. Public opinion is a communicative medium becomes possible through the development of the mass media into an autopoietic global function system. With the production of a memory, there arise the need for a “currency”. The memory must take shape, it must assume a form. It is the medium for general reality to manifest itself. Public opinion is this communicative medium that is produced within the mass media system. It is the ‘stuff’ of society’s general self-descriptions; it is the basis for tomorrow’s reality: ‘With public opinion, mass communication can revolve around itself and continue its on-going self-reproduction. Public opinion transforms itself in eternal spirals’ [pp. 138-9].
6 Beyond Manipulation
7 The Reality of Mass Media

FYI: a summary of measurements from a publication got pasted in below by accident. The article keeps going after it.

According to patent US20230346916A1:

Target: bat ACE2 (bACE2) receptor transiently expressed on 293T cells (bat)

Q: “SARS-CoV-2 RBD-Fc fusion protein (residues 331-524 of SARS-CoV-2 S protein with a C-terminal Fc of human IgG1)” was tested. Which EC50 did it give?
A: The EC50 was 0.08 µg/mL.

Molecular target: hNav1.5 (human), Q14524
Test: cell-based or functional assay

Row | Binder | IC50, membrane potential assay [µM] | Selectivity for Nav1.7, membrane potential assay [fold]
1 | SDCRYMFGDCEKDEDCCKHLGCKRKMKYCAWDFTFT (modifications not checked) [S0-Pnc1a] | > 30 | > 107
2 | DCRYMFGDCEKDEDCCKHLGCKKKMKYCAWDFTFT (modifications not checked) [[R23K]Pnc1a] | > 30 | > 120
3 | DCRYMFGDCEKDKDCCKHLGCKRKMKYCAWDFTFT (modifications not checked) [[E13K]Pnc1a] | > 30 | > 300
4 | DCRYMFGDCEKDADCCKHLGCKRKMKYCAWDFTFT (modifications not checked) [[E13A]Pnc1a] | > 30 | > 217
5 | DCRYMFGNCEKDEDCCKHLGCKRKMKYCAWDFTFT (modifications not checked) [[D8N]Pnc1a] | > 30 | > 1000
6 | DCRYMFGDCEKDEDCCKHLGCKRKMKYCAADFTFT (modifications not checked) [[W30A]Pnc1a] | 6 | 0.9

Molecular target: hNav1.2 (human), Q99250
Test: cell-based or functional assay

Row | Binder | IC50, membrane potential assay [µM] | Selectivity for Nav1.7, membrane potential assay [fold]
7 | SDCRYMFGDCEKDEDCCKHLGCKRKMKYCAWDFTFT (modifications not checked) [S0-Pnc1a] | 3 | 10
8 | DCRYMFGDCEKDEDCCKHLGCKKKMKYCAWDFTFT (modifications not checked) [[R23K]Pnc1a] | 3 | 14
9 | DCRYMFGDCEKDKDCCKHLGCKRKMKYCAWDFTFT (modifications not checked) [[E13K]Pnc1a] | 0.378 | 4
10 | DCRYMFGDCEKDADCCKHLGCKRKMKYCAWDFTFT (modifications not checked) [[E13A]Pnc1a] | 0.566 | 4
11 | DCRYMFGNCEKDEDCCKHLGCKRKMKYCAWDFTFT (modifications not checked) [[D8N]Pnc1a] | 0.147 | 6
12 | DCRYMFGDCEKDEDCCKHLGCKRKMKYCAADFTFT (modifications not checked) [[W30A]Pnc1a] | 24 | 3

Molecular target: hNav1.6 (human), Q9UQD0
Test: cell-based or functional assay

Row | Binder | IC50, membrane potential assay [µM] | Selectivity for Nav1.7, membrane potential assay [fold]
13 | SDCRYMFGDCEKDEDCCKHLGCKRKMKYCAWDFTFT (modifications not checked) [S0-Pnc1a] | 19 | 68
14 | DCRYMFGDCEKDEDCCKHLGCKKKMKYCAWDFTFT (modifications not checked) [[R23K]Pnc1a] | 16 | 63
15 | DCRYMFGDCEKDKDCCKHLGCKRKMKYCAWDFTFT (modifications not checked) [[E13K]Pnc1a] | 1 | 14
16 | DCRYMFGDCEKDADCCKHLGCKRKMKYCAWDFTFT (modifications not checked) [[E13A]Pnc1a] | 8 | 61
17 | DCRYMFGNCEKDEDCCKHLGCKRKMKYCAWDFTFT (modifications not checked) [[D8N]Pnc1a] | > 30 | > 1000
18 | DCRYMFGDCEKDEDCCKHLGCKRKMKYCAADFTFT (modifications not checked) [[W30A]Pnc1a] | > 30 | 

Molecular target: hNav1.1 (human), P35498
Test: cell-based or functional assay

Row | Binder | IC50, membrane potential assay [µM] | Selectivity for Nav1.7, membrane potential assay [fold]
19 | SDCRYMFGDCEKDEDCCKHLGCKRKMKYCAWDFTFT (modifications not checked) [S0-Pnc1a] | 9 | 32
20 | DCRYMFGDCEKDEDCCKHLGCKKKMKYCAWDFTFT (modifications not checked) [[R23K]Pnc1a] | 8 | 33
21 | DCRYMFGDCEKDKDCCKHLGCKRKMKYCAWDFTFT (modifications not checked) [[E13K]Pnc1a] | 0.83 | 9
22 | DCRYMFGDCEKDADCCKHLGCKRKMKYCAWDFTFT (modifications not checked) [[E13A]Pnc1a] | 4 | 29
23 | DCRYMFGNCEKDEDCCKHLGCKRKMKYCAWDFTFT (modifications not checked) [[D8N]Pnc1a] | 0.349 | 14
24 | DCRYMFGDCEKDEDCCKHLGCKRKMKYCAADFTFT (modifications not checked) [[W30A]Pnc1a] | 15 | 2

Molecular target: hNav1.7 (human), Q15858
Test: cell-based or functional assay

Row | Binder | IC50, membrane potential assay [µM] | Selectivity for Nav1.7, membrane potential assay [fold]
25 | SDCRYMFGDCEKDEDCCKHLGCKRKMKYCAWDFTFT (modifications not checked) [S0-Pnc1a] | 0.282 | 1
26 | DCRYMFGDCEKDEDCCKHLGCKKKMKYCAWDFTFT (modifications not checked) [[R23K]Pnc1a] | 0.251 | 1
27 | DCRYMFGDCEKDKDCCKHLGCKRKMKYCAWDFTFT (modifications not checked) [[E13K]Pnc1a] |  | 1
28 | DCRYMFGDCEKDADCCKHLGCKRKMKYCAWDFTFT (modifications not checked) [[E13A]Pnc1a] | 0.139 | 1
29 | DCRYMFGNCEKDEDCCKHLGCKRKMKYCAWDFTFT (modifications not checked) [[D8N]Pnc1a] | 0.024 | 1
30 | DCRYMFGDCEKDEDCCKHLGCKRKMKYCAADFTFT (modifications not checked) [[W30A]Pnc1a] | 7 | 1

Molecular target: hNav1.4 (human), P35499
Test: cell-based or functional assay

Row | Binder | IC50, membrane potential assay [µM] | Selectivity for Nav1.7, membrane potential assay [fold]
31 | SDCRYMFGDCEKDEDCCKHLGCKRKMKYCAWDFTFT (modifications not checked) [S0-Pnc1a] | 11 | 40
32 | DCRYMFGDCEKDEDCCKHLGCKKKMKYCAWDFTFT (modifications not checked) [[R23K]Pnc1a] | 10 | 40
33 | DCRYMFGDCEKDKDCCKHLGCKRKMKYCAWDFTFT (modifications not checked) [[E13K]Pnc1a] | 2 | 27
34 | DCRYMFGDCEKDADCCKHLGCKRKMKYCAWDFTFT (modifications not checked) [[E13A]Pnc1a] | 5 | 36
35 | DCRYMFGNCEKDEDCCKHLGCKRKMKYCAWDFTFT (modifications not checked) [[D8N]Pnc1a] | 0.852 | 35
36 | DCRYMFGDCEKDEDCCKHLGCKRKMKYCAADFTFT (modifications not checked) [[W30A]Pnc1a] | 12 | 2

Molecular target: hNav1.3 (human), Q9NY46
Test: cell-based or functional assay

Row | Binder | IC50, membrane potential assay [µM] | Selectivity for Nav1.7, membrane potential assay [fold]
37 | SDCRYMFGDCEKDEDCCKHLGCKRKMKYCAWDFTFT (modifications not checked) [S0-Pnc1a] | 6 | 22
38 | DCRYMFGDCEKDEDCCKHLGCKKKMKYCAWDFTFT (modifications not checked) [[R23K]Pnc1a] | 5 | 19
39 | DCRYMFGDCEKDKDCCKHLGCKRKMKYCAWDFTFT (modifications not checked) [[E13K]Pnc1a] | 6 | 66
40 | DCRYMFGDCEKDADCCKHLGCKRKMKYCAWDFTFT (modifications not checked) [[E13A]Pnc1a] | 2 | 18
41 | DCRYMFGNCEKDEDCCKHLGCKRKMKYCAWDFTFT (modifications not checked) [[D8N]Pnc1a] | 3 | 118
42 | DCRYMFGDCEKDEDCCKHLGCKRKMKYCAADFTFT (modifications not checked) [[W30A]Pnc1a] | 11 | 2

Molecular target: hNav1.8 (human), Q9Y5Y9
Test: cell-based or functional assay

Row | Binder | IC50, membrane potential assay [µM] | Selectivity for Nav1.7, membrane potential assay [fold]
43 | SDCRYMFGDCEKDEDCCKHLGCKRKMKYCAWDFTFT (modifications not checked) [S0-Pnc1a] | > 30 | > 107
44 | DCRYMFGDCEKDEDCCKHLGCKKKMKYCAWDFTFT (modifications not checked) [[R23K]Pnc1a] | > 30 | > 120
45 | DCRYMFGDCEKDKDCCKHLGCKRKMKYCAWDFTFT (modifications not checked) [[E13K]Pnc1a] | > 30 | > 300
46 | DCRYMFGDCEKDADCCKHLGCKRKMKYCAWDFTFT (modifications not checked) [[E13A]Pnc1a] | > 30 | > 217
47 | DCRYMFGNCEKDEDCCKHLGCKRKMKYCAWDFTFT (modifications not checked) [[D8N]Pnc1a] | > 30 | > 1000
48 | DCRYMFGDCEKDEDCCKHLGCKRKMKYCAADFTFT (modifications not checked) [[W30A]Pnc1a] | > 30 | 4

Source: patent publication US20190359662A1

There is not such thing as a reality; reality is not distorted by the mass media; mass media instead construct reality; how do the mass media construct reality? DPB: this is potentially a useful concept also for the how the of a firm constructs its reality. The people associated with the firm are the producers and the users of information concerning the firm. This reminds me of the section in the manuscript that describes and illustrates the corporate discussions: from which leased car to choose up until the quality of the salad bar and who is dating whom. This is the reality of a firm under permanent construction! It is impossible to give a full account of anything, just as it is impossible to make a one-on-one map of a geographical area. An account is a structured de-complexified reduction of reality: ‘A structured and nonchaotic reality is based on the reduction of complexity, on selection, on systemic observation. Memory is based on forgetting. A coherent reality – be it the reality of a life or a war – can only be constructed from a certain perspective and this perspective has to be itself highly structured in order to be able to present a well-structured picture’